Bock’s Score: Familiar Foes Vie for a Championship


No introductions will be necessary when Georgia and Alabama meet in college football’s national championship game on Jan. 10 in Indianapolis, COVID-19 permitting. These two programs know each other very well.

They both live in the powerhouse Southeast Conference, which sometimes seems like the only place meaningful college football resides these days. It is ironic that two SEC schools should be facing off for the sport’s top prize in the heart of Big Ten country. But it is not unusual for the SEC to show up in the national championship game. This is the seventh straight year that has happened.

Just a few weeks ago these two met for the SEC title in a dream matchup of Georgia’s defense, ranked best in the nation with only 250 yards or so allowed per game, and Alabama’s always potent offense.

It turned out to be no contest.

Alabama ran up over 500 yards of offense in a 41- 24 thrashing of previously undefeated Georgia, which had given up more than 13 points in a game only once before this season.

That left Georgia and Alabama each with one loss heading into the championship clash at Lucas Oil Stadium with both schools delivering decisive victories in the semifinals. Georgia showed no scars in whipping Michigan 34-11 in the Orange Bowl and Alabama dispatched upstart Cincinnati 27-6 in the Cotton Bowl.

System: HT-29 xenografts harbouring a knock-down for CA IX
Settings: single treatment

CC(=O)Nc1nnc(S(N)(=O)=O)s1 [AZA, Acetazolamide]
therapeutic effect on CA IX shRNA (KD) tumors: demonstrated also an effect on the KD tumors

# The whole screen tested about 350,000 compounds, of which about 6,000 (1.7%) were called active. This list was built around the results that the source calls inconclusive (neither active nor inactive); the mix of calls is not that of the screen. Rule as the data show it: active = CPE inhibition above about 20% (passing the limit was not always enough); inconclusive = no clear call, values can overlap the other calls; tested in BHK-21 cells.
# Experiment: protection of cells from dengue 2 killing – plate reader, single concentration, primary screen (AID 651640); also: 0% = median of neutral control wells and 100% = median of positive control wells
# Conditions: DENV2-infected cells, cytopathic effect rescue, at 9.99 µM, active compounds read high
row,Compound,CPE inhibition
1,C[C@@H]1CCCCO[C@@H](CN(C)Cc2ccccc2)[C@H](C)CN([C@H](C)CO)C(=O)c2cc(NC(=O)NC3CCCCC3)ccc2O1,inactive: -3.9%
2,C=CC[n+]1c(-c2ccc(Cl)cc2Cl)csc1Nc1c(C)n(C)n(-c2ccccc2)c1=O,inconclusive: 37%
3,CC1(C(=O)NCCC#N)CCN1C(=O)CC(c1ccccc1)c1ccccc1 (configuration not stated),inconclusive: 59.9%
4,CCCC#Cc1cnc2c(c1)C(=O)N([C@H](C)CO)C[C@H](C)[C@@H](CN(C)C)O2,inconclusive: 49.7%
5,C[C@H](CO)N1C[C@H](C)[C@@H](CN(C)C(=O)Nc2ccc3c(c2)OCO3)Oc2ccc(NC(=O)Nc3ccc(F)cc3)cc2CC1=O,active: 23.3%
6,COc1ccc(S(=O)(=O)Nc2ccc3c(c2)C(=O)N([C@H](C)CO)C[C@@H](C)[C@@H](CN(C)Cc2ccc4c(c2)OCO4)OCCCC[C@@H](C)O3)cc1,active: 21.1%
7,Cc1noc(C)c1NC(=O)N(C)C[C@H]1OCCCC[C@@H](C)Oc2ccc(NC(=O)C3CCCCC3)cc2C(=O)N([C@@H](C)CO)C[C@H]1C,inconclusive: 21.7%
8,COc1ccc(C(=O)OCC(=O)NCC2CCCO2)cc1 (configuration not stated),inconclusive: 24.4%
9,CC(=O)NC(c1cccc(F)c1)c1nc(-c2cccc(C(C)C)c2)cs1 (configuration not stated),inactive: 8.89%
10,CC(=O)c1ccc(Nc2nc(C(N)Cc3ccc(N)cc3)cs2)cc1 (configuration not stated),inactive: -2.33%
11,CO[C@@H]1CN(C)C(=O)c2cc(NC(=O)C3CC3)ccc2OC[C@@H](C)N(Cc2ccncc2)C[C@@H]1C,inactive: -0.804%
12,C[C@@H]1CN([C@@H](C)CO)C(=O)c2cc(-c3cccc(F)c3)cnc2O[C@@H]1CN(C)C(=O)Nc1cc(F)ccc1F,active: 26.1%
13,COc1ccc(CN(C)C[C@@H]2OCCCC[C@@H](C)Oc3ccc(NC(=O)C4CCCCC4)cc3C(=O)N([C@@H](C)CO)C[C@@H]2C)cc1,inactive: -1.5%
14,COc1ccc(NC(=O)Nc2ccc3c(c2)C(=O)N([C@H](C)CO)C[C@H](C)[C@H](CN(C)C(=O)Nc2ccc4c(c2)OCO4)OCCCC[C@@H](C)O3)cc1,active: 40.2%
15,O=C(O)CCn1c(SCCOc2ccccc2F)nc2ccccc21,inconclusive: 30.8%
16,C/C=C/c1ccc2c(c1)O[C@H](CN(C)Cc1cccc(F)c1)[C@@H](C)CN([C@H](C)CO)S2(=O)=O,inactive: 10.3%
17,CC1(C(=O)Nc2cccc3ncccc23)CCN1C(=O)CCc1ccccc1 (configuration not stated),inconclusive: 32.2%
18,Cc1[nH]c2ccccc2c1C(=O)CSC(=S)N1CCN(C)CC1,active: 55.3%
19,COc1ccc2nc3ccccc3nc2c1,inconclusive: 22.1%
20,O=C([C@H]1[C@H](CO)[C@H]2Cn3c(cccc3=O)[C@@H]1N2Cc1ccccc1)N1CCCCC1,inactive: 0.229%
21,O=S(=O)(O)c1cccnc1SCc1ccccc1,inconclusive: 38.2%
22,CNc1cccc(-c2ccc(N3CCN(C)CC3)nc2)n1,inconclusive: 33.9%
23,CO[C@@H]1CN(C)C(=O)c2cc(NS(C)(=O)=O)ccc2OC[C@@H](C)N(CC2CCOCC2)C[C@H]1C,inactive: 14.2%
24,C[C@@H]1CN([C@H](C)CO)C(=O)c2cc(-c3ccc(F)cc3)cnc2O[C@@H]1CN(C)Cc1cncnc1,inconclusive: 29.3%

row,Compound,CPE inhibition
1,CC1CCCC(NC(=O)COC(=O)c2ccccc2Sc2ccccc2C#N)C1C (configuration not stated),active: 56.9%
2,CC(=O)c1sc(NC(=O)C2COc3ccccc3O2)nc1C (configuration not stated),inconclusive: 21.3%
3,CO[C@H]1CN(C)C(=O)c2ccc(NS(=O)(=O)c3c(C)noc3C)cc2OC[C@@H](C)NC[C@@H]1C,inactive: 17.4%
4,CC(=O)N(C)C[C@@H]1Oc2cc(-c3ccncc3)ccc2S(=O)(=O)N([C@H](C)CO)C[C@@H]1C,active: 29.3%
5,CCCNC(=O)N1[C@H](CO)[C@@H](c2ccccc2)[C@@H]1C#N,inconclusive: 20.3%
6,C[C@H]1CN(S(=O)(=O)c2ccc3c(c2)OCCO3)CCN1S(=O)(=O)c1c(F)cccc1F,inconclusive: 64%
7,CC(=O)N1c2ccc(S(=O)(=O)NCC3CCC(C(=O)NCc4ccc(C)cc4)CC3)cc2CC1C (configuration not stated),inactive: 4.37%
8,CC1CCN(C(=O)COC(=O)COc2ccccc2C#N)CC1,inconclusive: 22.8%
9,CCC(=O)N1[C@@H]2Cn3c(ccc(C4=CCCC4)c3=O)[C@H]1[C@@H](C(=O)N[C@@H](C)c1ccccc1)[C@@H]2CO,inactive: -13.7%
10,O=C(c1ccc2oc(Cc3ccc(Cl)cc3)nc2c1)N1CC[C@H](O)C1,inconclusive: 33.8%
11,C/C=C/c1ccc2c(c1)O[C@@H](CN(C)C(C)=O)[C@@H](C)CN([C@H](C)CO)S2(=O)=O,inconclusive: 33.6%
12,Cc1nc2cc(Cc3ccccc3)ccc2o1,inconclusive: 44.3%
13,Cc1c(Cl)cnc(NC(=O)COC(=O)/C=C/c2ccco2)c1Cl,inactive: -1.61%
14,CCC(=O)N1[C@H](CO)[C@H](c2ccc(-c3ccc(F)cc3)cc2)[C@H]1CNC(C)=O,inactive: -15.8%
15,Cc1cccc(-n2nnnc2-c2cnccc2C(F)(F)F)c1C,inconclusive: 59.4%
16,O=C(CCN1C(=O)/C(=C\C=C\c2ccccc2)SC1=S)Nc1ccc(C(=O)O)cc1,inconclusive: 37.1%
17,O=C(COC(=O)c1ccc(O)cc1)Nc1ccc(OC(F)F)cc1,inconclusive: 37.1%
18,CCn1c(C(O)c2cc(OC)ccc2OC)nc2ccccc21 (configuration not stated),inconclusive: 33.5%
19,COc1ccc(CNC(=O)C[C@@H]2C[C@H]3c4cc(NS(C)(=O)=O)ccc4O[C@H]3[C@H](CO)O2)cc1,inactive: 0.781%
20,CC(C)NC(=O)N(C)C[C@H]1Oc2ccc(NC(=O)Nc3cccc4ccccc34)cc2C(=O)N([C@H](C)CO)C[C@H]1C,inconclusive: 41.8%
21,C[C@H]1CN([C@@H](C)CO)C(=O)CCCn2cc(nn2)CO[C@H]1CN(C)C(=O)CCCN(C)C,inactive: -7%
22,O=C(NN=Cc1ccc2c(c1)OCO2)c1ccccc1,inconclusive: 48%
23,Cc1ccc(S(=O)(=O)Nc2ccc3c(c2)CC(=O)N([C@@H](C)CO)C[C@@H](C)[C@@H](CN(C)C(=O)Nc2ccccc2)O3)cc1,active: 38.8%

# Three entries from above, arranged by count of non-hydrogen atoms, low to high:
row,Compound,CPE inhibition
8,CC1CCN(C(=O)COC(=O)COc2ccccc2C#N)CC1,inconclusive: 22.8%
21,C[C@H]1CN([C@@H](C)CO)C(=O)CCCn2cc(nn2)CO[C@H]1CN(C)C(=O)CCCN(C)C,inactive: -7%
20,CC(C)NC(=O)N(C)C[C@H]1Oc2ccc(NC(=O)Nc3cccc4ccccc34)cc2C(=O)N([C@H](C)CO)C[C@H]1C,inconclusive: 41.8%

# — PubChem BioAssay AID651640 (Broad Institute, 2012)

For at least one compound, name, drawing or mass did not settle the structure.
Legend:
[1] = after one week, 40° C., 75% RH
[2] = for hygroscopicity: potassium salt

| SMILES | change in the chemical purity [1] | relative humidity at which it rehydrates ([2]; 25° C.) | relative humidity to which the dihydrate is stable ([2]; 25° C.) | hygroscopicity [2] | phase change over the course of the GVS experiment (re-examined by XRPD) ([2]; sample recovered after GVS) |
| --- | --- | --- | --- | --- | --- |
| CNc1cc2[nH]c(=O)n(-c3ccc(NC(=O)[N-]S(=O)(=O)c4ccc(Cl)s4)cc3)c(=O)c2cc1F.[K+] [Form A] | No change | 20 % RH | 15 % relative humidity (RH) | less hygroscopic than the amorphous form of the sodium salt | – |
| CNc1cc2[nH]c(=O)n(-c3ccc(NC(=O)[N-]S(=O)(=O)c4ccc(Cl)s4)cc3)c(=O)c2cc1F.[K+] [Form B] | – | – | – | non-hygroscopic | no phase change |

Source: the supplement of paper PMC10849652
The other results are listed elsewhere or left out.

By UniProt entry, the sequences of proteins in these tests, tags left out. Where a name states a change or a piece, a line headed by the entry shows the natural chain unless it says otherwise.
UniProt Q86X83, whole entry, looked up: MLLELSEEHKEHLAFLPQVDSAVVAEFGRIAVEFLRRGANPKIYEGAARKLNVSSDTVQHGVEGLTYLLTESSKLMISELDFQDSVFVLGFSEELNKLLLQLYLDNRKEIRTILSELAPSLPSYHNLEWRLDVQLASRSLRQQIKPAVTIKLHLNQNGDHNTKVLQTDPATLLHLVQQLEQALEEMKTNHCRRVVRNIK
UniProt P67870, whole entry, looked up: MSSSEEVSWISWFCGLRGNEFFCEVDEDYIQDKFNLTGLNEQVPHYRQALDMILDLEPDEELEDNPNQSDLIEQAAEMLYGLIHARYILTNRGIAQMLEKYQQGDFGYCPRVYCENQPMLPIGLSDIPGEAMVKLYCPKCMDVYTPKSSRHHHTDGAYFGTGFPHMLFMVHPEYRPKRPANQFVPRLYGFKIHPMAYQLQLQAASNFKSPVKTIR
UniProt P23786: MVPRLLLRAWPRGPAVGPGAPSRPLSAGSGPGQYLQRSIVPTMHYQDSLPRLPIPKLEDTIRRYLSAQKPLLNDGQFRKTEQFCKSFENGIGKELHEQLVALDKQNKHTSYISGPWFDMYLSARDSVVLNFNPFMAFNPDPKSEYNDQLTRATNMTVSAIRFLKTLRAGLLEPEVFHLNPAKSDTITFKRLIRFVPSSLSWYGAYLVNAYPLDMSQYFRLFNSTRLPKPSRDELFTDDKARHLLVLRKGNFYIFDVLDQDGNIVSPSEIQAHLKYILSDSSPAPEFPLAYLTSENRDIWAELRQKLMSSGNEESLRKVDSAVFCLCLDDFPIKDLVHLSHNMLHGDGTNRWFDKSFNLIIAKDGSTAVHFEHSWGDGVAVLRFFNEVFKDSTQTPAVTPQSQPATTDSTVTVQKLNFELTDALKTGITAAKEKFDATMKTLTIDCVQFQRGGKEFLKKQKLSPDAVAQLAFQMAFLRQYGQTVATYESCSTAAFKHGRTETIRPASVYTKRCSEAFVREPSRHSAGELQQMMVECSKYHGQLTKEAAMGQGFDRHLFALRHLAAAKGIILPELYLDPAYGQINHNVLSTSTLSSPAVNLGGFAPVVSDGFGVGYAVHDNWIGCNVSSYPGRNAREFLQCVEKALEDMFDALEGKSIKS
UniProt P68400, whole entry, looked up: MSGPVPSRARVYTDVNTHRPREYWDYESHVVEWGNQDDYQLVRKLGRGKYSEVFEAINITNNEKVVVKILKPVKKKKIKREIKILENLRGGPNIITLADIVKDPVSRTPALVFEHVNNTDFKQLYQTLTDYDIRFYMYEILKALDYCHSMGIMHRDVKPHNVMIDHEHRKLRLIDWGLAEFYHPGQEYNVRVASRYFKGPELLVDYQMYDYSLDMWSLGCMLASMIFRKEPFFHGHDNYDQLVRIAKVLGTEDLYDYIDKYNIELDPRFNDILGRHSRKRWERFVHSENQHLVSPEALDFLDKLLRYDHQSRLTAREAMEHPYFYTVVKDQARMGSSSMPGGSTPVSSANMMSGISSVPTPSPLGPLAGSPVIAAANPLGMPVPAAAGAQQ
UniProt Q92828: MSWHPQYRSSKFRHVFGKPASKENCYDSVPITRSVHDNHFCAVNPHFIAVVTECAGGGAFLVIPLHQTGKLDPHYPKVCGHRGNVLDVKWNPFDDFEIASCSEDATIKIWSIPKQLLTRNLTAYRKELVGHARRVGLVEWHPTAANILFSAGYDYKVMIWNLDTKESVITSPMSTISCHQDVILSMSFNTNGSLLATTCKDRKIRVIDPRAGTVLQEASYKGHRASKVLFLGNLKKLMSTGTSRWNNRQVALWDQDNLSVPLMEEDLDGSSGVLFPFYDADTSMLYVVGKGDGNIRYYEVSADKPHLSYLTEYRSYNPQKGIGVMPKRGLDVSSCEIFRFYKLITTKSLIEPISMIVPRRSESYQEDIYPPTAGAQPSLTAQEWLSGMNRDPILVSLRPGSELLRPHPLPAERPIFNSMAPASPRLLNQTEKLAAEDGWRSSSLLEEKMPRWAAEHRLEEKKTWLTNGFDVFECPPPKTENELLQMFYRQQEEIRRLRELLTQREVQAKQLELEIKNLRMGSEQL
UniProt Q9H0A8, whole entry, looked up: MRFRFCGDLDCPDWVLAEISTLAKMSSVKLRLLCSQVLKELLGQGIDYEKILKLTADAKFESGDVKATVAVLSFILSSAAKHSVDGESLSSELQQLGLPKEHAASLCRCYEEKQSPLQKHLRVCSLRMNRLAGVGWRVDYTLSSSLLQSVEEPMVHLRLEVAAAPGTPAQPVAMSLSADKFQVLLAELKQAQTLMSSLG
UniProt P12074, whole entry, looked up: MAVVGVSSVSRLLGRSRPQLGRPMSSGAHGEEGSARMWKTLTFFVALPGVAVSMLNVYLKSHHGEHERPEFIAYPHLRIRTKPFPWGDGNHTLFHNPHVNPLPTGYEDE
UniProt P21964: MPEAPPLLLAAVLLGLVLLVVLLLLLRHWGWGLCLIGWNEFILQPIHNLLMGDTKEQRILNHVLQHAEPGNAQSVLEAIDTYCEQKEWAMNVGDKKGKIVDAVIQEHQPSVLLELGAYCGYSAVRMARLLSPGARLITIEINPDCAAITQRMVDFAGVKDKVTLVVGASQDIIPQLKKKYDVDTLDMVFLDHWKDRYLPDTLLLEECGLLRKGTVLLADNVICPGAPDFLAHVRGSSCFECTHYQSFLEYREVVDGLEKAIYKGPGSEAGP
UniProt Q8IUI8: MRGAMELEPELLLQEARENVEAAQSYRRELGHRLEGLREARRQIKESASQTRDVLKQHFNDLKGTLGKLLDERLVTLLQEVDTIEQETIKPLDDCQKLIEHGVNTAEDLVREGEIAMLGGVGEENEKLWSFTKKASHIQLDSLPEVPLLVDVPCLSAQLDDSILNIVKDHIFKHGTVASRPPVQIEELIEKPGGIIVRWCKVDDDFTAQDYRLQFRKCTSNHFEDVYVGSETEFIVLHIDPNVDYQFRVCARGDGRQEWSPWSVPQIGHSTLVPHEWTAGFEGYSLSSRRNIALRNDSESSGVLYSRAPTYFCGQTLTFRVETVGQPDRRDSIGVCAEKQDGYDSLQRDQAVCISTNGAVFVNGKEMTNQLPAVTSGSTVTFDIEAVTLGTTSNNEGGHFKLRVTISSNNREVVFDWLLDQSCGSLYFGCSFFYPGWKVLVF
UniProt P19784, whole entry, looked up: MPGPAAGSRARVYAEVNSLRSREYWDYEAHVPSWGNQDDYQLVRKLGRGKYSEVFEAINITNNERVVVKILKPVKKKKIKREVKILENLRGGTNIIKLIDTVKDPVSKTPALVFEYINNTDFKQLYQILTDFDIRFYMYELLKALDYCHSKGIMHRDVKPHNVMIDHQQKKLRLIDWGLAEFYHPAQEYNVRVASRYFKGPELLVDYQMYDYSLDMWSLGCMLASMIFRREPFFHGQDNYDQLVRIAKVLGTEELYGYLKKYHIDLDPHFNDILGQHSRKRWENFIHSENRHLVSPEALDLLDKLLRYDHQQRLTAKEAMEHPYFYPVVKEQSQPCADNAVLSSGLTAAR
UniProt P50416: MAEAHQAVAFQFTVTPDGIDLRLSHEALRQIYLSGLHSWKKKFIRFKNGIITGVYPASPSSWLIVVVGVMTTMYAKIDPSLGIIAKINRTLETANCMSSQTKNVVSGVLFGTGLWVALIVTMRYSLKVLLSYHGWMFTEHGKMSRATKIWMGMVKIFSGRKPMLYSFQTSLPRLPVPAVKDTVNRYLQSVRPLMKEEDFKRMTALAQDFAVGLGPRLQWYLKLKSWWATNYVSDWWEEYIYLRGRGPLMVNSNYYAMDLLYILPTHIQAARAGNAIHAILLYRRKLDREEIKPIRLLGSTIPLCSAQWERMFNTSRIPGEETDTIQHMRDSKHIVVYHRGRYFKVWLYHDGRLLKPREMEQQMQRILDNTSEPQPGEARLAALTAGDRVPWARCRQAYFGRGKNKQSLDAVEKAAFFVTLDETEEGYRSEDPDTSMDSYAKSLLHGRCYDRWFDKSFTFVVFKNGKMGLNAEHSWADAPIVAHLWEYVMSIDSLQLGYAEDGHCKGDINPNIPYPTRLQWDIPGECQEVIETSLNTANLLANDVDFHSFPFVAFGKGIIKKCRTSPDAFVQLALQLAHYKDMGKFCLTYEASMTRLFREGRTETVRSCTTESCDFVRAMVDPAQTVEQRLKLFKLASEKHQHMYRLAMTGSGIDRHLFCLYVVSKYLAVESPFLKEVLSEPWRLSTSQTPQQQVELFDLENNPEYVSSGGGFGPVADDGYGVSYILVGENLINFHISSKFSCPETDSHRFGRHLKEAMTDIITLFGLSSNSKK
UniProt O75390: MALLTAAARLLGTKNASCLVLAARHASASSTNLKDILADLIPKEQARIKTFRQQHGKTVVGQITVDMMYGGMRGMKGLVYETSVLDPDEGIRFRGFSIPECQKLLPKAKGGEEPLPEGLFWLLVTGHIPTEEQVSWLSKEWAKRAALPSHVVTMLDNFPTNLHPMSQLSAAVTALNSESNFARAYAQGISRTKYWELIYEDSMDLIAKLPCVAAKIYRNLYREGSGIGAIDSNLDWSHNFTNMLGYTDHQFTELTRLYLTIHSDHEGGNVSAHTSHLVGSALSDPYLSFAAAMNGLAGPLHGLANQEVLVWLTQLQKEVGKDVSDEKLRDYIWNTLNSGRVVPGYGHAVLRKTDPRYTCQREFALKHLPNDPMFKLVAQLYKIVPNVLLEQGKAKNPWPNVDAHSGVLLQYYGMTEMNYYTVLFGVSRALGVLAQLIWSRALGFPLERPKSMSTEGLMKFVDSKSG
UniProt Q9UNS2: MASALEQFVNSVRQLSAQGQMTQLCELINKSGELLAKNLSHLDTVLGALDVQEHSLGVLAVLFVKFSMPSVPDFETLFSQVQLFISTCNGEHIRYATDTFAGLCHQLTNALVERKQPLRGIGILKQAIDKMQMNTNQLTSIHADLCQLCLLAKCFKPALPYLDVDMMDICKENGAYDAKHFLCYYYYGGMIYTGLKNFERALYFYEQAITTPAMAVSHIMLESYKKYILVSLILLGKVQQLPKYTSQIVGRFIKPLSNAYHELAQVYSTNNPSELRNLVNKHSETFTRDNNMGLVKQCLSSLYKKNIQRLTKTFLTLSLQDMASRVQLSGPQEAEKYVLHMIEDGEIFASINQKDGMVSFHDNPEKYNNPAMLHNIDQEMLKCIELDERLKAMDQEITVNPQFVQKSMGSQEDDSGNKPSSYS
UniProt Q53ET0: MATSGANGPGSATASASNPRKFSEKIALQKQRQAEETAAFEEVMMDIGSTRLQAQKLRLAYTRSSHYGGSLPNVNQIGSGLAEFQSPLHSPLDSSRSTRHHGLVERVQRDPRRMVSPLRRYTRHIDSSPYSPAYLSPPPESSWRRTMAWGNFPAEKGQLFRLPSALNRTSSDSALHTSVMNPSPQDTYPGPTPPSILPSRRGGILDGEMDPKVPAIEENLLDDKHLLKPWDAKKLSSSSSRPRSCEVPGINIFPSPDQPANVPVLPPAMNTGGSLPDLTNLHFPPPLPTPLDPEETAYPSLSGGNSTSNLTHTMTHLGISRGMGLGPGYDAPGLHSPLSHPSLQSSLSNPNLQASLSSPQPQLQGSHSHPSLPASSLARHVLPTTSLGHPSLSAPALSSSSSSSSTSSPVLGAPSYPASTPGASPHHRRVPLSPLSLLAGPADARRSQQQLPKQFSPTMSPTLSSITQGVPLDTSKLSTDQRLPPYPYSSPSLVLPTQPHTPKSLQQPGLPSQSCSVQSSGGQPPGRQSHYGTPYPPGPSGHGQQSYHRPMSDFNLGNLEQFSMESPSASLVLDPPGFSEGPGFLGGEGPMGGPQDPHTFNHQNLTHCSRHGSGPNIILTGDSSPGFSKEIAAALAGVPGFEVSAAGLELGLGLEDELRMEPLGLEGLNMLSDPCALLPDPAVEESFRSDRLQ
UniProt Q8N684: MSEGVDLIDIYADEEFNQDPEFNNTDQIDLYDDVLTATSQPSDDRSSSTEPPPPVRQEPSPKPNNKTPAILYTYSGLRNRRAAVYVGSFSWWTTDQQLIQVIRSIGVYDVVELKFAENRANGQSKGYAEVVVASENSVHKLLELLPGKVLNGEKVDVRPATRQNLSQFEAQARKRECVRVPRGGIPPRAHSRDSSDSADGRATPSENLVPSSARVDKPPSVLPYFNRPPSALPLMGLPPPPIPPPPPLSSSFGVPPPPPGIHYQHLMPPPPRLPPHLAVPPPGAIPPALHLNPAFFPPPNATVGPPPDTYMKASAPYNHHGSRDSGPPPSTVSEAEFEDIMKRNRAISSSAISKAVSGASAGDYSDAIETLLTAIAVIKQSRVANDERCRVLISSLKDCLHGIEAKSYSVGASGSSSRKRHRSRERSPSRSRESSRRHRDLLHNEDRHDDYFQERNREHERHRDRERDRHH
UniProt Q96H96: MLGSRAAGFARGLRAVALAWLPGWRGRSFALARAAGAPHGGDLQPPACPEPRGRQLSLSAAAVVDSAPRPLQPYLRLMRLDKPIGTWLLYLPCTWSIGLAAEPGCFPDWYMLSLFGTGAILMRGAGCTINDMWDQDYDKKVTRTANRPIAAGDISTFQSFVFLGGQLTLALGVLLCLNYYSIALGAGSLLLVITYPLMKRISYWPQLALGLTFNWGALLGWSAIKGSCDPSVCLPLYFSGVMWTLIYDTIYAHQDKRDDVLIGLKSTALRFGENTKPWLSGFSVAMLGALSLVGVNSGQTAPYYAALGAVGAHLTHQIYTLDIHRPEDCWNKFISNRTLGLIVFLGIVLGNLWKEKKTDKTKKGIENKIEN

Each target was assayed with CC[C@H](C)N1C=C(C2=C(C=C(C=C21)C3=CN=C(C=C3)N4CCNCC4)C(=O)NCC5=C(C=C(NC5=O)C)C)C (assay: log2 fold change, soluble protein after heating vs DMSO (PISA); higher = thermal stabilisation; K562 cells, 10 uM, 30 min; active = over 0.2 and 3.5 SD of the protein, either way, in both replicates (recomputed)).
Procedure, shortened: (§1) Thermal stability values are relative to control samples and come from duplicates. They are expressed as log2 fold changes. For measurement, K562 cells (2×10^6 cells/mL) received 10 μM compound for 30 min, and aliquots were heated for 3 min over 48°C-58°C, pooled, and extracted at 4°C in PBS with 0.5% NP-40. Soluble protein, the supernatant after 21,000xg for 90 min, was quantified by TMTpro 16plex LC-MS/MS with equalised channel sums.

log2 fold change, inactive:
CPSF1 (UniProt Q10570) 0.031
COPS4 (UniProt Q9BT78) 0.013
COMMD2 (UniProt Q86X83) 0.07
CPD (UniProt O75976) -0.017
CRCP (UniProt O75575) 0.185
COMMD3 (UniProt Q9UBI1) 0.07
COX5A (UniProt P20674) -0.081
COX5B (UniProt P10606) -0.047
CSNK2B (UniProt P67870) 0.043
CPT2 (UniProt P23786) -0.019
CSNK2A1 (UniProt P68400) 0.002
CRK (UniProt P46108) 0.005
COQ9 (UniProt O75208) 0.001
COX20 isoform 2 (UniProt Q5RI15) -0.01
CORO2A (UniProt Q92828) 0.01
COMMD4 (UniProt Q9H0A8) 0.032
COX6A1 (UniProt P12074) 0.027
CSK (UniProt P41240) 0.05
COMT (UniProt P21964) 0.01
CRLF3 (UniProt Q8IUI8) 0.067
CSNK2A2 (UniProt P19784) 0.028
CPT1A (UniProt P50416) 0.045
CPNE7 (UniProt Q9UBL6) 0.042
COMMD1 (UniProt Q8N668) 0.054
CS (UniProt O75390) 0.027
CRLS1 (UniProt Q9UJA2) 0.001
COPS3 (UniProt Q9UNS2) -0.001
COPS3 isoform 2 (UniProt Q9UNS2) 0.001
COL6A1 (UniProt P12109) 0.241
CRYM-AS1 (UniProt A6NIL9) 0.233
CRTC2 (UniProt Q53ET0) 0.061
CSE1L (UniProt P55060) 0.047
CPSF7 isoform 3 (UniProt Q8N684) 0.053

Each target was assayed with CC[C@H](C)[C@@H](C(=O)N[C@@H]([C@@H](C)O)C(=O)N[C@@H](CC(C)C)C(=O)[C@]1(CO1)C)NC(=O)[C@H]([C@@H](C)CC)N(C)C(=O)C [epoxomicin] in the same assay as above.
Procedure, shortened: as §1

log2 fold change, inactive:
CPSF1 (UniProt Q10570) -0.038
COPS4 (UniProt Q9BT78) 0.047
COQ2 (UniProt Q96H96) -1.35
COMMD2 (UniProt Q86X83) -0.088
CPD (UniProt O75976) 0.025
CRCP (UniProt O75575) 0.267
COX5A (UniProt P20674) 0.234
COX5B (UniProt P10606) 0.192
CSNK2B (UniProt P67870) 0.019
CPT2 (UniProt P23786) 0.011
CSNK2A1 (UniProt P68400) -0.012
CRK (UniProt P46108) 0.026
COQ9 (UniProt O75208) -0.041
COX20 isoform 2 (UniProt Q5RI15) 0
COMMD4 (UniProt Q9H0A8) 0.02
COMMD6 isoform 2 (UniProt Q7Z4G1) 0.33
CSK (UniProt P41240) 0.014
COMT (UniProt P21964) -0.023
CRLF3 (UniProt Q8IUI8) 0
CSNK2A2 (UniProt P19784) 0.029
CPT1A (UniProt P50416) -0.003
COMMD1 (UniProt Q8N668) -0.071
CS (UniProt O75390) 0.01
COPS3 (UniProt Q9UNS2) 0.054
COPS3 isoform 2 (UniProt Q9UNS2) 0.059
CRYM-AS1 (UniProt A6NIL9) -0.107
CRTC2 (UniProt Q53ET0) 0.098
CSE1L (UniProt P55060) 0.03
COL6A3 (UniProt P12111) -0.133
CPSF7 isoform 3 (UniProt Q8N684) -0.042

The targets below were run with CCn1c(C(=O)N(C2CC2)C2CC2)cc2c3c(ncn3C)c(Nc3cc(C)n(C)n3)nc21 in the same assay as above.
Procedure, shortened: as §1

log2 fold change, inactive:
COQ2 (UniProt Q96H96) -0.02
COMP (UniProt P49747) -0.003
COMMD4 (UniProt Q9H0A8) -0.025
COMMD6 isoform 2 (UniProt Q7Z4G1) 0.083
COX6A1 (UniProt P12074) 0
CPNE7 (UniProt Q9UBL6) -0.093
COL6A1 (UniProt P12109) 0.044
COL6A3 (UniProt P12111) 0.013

Excuse Alabama if it struts into this game. The Crimson Tide has won six national championships since Nick Saban took over the program in 2007. Georgia, on the other hand, has not won a national title since 1980, a long dry spell for a program that is always in the hunt.

Because they both live in the same conference, Georgia and Alabama are familiar foes. The championship game will be the 72nd meeting between the two teams and Alabama has won the last seven including the 2018 national championship game which spilled into overtime.

The Crimson Tide are post season perennials, admirable consistency considering the turnover in the game with the COVID virus and transfer portals now raiding rosters, causing alarming exits, sometimes even in the middle of the season.

For Georgia coach Kirby Smart, the title game is another opportunity to end an annoying losing streak. Smart, once an assistant on Saban’s Alabama staff has faced his old boss four times and has not beaten him yet.

Not many others have managed that trick, either.







About the Author

Hal Bock

Hal Bock is a contributor with NY Sports Day. He has covered sports for 40 years at The Associated Press including 30 World Series, 30 Super Bowls and 11 Olympics. He is the author of 14 books including most recently The Last Chicago Cubs Dynasty and Banned Baseball's Blacklist of All-Stars and Also-Rans. He has written scores of magazine articles and served as Journalist In Residence at Long Island University's Brooklyn campus where he also served on the selection committee for the George Polk Awards.

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